By Sheila Vincent, Group Program Coordinator
On July 12, a small group of Delaware Nature Society staff and volunteers hit the field with lepidopteran intent: to count butterflies for the North American Butterfly Association’s annual Fourth of July Butterfly Count.
Our group, armed with cameras and nets, combed Burrows Run Preserve and Ashland Nature Center to find all butterflies present in order to provide an accurate census as part of the Wilmington Count. Other groups covered different natural areas in this count circle.
Among the 14 species of butterflies identified, we had some notable surprises. Pearl Crescents, a diminutive orange and black butterfly, turned out to be the most numerous, with 40 individuals counted. Fair numbers of Monarchs (11) and Great Spangled Fritillaries (9) were documented. Little Wood-Satyrs and Common Wood-Nymphs are uncommon species we found. The gorgeous Red-spotted Purple was a favorite find.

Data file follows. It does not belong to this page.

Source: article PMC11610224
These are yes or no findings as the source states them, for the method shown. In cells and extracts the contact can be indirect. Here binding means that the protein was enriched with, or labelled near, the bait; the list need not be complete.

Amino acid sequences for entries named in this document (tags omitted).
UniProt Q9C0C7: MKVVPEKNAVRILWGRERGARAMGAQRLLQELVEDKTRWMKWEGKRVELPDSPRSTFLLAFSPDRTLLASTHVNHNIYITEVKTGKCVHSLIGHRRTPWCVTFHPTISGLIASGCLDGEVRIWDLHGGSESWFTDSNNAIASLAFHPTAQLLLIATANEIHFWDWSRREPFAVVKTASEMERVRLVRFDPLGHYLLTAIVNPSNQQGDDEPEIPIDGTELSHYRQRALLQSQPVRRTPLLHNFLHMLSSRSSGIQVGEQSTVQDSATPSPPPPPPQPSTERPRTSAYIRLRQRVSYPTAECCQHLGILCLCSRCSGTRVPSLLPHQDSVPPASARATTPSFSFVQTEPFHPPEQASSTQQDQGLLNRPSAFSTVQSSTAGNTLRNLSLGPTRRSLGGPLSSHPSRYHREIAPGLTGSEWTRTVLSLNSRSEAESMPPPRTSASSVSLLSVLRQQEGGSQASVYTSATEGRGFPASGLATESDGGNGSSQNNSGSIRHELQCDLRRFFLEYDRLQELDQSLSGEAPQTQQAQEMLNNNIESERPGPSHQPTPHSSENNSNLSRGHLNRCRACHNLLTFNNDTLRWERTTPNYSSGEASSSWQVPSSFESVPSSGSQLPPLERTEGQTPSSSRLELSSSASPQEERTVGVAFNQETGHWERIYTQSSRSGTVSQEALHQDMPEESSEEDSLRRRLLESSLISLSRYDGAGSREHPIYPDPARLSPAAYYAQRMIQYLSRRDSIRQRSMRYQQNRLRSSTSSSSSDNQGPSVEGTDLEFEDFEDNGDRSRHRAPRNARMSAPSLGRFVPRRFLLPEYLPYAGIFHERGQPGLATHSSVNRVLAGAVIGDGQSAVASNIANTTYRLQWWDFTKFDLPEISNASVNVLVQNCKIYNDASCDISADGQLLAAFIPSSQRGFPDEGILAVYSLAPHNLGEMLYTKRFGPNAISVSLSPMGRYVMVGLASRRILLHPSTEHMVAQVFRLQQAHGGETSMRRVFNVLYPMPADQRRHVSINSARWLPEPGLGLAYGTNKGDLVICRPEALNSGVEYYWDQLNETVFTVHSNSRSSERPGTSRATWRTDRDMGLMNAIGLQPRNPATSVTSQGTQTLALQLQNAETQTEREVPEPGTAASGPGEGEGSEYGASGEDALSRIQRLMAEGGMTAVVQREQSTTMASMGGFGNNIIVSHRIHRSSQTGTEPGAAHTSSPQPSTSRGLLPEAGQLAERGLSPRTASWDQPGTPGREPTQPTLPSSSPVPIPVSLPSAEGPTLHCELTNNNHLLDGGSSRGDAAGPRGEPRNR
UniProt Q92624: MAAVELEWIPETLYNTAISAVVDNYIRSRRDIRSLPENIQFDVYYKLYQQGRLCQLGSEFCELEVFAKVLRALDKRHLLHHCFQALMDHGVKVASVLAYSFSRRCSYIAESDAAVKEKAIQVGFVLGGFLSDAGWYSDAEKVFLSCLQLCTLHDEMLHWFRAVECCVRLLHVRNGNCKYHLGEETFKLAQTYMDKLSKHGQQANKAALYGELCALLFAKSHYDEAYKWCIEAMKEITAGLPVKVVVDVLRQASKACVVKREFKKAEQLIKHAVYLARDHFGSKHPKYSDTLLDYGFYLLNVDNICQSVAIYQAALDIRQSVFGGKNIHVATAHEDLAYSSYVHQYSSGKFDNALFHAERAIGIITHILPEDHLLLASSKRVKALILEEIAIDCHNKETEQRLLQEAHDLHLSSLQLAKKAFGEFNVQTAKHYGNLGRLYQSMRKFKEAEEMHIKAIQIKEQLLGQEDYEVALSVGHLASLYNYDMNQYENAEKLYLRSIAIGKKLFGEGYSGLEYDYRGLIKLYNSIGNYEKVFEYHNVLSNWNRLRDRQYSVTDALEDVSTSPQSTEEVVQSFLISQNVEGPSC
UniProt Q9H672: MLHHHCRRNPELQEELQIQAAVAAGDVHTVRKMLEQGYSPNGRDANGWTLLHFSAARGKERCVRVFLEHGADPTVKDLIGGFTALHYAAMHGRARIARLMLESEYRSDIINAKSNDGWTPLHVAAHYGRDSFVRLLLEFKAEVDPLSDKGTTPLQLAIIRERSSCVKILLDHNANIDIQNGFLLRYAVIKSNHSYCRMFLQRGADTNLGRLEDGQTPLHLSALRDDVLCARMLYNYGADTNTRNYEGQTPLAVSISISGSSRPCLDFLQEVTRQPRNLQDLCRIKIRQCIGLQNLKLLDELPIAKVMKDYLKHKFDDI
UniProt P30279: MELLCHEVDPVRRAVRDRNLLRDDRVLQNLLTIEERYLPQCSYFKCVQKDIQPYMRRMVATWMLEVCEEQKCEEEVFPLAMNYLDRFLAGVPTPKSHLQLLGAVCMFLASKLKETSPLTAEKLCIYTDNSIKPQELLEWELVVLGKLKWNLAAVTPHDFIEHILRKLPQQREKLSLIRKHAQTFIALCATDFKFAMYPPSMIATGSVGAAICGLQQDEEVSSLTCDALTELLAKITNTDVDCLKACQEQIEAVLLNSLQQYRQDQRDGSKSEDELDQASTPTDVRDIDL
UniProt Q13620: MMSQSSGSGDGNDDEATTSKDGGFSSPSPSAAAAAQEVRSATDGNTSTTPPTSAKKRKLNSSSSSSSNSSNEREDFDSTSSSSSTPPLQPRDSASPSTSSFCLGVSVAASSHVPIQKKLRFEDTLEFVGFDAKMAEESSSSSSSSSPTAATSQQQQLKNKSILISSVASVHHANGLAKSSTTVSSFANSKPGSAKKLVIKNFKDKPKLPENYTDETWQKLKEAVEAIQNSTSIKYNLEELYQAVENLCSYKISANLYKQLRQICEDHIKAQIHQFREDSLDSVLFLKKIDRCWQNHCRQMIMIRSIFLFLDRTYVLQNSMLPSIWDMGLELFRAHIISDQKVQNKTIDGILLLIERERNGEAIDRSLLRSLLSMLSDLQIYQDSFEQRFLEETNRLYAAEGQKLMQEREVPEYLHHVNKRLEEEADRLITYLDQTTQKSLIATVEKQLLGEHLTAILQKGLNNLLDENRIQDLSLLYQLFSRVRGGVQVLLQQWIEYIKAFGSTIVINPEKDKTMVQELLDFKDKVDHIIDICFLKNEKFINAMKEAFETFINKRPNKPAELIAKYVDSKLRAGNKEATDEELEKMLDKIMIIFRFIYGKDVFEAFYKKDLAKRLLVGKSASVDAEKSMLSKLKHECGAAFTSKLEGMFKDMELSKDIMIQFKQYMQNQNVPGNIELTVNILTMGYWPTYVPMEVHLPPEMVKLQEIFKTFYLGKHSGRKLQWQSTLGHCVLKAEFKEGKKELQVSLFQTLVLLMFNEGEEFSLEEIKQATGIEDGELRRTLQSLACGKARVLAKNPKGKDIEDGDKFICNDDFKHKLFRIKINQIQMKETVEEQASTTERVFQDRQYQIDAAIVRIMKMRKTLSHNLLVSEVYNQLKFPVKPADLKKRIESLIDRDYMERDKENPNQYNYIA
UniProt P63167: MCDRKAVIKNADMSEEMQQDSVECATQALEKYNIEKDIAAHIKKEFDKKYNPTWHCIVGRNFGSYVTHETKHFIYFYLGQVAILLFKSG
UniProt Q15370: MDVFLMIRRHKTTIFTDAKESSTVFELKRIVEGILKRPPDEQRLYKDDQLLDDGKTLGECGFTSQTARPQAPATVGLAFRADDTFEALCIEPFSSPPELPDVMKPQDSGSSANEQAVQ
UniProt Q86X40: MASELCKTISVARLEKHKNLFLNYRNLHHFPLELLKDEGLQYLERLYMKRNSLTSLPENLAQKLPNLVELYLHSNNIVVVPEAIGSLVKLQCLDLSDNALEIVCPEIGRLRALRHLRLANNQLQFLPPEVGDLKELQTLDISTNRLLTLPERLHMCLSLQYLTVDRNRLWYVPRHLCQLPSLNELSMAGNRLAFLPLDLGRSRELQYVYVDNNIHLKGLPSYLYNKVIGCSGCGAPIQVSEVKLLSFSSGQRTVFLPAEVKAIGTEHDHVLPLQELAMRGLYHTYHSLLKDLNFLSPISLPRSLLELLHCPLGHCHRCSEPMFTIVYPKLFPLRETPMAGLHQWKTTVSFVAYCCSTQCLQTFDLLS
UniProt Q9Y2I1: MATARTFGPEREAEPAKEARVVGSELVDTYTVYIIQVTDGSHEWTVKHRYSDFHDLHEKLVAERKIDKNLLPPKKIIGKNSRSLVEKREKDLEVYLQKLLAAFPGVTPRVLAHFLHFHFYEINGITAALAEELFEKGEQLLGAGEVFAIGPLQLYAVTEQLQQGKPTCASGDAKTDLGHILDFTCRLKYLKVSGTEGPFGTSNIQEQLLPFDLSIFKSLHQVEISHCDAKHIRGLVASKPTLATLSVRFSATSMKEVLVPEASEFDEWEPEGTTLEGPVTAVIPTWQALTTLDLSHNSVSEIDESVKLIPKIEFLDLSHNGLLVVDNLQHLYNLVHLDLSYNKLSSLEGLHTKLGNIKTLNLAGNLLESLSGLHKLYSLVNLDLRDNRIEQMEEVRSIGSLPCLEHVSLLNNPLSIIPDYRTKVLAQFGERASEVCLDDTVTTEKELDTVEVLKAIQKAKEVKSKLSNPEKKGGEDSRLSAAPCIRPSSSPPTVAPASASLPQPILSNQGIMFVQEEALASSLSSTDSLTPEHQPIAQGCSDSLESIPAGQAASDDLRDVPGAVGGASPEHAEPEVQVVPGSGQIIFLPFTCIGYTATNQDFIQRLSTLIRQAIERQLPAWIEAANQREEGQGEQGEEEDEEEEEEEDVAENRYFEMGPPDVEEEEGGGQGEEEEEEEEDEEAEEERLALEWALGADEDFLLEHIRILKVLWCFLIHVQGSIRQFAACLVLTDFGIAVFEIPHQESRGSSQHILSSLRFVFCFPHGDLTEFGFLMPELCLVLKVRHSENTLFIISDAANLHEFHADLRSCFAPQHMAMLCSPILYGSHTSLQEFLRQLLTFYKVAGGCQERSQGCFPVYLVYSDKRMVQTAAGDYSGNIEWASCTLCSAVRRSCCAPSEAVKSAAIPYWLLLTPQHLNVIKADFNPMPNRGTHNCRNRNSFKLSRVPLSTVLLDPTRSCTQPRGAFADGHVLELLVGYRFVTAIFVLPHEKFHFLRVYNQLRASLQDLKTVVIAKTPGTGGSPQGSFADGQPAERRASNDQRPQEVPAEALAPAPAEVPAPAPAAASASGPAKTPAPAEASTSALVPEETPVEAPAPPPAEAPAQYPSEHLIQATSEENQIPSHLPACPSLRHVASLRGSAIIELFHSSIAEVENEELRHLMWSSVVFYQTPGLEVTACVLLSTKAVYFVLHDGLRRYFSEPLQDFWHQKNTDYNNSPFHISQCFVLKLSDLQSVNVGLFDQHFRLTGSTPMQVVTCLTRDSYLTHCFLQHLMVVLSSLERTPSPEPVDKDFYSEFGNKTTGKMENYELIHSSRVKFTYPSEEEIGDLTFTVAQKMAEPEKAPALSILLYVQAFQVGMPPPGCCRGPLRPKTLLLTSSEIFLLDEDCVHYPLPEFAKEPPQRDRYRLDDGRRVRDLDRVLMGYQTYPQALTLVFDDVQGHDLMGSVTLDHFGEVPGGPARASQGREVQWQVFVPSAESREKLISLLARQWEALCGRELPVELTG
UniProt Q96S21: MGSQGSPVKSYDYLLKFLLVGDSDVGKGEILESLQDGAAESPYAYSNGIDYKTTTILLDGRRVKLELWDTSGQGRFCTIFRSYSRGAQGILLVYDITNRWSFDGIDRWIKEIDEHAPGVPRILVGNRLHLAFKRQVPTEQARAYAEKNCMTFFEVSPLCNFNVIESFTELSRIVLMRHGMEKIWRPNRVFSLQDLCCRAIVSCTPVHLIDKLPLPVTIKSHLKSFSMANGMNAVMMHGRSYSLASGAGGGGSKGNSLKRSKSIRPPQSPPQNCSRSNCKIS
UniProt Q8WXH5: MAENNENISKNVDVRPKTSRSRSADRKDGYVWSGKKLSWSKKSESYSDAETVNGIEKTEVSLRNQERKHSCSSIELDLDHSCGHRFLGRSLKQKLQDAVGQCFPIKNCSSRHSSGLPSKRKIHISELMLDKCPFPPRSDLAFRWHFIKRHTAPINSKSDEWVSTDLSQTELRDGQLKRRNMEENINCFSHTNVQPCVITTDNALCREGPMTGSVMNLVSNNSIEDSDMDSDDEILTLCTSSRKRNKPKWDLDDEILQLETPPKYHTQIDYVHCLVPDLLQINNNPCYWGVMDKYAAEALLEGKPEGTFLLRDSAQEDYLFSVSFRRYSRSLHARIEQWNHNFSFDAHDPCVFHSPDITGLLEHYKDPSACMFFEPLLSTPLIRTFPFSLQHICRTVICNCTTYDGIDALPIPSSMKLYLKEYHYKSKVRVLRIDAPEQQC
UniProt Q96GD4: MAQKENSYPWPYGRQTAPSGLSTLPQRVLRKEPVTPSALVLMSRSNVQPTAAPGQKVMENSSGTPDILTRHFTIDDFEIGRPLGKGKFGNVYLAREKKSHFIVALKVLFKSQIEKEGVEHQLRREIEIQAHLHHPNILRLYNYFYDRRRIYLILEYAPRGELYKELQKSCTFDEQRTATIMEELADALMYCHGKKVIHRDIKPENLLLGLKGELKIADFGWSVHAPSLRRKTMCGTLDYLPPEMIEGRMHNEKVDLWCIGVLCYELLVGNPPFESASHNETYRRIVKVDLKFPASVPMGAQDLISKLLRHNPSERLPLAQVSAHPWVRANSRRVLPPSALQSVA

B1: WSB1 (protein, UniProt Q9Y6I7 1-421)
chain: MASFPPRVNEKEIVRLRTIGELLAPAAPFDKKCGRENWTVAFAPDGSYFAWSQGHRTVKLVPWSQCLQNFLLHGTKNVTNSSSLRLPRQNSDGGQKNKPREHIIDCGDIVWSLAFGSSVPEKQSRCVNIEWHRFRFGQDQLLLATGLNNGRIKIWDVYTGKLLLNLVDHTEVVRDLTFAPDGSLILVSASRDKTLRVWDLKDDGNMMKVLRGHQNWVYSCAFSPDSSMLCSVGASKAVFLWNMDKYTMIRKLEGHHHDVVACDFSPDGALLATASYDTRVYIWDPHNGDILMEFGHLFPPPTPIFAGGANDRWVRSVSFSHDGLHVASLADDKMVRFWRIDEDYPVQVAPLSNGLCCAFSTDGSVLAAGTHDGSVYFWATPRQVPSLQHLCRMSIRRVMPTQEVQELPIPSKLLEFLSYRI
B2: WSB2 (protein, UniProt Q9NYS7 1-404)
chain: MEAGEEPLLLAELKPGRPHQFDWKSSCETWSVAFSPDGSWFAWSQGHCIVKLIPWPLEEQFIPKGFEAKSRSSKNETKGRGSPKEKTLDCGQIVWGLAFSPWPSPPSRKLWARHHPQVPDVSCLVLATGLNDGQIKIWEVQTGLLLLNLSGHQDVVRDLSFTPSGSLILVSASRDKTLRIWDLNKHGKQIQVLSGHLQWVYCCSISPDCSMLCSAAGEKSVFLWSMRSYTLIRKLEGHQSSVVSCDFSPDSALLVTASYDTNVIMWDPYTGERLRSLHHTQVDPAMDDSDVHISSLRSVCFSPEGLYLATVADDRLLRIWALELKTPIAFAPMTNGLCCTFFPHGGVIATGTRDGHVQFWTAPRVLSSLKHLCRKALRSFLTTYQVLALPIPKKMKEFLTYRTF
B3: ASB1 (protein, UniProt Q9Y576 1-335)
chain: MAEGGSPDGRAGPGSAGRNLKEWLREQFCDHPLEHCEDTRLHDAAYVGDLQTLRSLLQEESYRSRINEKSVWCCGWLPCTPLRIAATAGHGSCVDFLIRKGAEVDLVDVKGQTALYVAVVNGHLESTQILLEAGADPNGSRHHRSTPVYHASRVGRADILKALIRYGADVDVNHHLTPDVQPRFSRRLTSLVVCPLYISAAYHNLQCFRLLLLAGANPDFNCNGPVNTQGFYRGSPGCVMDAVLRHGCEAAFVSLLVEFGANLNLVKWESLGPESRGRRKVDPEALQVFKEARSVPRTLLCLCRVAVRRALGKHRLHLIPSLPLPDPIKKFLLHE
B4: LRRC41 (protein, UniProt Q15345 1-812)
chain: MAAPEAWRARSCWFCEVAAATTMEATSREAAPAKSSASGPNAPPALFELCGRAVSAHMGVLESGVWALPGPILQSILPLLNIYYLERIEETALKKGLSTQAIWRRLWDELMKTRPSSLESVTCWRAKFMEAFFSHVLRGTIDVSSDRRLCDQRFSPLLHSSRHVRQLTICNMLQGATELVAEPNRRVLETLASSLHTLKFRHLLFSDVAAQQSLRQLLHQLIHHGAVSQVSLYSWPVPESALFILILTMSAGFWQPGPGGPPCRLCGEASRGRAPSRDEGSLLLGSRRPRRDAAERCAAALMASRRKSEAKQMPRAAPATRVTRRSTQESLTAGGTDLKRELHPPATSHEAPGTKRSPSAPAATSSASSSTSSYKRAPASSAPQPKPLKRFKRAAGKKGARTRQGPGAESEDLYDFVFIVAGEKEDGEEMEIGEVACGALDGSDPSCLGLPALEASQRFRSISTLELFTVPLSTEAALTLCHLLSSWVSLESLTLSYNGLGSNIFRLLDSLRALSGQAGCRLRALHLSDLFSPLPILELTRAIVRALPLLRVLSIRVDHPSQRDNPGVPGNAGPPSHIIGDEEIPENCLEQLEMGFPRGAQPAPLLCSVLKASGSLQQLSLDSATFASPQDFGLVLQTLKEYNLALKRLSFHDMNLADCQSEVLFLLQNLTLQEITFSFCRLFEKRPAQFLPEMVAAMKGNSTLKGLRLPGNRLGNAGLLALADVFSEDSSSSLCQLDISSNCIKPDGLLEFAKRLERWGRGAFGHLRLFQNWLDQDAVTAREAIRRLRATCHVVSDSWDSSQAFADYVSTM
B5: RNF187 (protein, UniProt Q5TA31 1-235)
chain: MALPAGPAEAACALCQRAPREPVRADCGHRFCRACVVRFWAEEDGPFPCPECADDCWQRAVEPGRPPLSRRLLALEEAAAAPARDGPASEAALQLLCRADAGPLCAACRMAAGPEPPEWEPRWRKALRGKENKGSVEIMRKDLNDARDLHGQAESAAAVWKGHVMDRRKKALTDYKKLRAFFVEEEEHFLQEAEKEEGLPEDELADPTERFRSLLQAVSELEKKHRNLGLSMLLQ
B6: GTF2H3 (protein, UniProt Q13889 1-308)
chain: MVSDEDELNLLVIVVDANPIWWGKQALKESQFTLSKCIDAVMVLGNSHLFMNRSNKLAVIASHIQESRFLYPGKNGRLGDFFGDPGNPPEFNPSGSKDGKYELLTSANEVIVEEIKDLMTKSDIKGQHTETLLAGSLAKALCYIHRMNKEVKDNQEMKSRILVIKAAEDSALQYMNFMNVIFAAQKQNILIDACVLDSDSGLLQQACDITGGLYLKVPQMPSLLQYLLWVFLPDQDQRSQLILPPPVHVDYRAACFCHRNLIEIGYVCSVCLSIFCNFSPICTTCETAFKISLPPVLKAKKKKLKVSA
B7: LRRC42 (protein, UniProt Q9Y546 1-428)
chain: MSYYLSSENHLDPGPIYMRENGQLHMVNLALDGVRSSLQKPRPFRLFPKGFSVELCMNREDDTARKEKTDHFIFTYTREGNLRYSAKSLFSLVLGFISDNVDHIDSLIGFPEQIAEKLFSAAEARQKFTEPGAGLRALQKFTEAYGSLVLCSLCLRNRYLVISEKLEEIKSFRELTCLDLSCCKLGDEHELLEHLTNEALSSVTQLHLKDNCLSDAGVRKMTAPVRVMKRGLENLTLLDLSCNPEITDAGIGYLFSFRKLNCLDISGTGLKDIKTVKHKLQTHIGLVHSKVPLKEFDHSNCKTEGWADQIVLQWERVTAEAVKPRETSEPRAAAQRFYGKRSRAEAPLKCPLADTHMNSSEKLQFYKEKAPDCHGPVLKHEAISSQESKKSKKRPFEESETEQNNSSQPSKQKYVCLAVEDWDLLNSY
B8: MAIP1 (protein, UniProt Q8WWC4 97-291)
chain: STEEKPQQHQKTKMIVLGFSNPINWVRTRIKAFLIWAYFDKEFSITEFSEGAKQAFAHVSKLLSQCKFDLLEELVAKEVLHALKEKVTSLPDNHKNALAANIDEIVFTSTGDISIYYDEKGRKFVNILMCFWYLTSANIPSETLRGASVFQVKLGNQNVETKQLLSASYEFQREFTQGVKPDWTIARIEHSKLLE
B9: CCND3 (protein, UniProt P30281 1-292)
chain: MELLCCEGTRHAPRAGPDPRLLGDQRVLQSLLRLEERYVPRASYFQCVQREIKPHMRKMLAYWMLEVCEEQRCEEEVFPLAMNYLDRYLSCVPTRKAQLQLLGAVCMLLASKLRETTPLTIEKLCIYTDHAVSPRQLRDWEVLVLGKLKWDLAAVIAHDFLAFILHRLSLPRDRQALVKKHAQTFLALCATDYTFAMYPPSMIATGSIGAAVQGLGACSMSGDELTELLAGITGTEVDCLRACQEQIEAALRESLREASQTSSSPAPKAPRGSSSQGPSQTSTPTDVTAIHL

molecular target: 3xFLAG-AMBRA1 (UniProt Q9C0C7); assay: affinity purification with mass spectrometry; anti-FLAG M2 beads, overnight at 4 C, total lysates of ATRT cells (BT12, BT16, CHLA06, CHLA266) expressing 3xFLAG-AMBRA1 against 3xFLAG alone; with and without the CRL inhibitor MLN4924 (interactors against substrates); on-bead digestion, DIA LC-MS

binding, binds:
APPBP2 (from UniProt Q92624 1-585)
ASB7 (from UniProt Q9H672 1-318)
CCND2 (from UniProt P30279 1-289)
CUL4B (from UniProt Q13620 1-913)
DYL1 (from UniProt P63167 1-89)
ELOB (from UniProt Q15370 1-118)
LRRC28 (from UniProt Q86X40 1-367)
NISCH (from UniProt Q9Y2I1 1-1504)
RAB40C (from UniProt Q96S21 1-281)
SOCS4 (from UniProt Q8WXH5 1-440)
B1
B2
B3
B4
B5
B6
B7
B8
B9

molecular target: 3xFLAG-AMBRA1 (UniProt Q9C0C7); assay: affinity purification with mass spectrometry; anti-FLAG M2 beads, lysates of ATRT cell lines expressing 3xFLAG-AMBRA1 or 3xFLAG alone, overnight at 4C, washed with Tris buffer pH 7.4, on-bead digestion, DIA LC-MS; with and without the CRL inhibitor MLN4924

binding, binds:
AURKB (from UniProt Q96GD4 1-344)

Among the notoriously difficult to identify skipper family, we captured and photographed a Little Glassywing, the first ever documented at Burrows Run Preserve. Only by photographing the skipper and studying images in a butterfly field guide could a positive ID be made.
“Citizen Science” like the Fourth of July Butterfly Count is valuable in building up an accurate picture of animal populations across the U.S. This year’s Count, for instance, reinforced the notion that 2009 is an “0ff” year for butterflies in northern Delaware (probably due to the very chilly, rainy spring). What better way to have fun and contribute something useful at the same time?
Photos by Derek Stoner, Education Program Assistant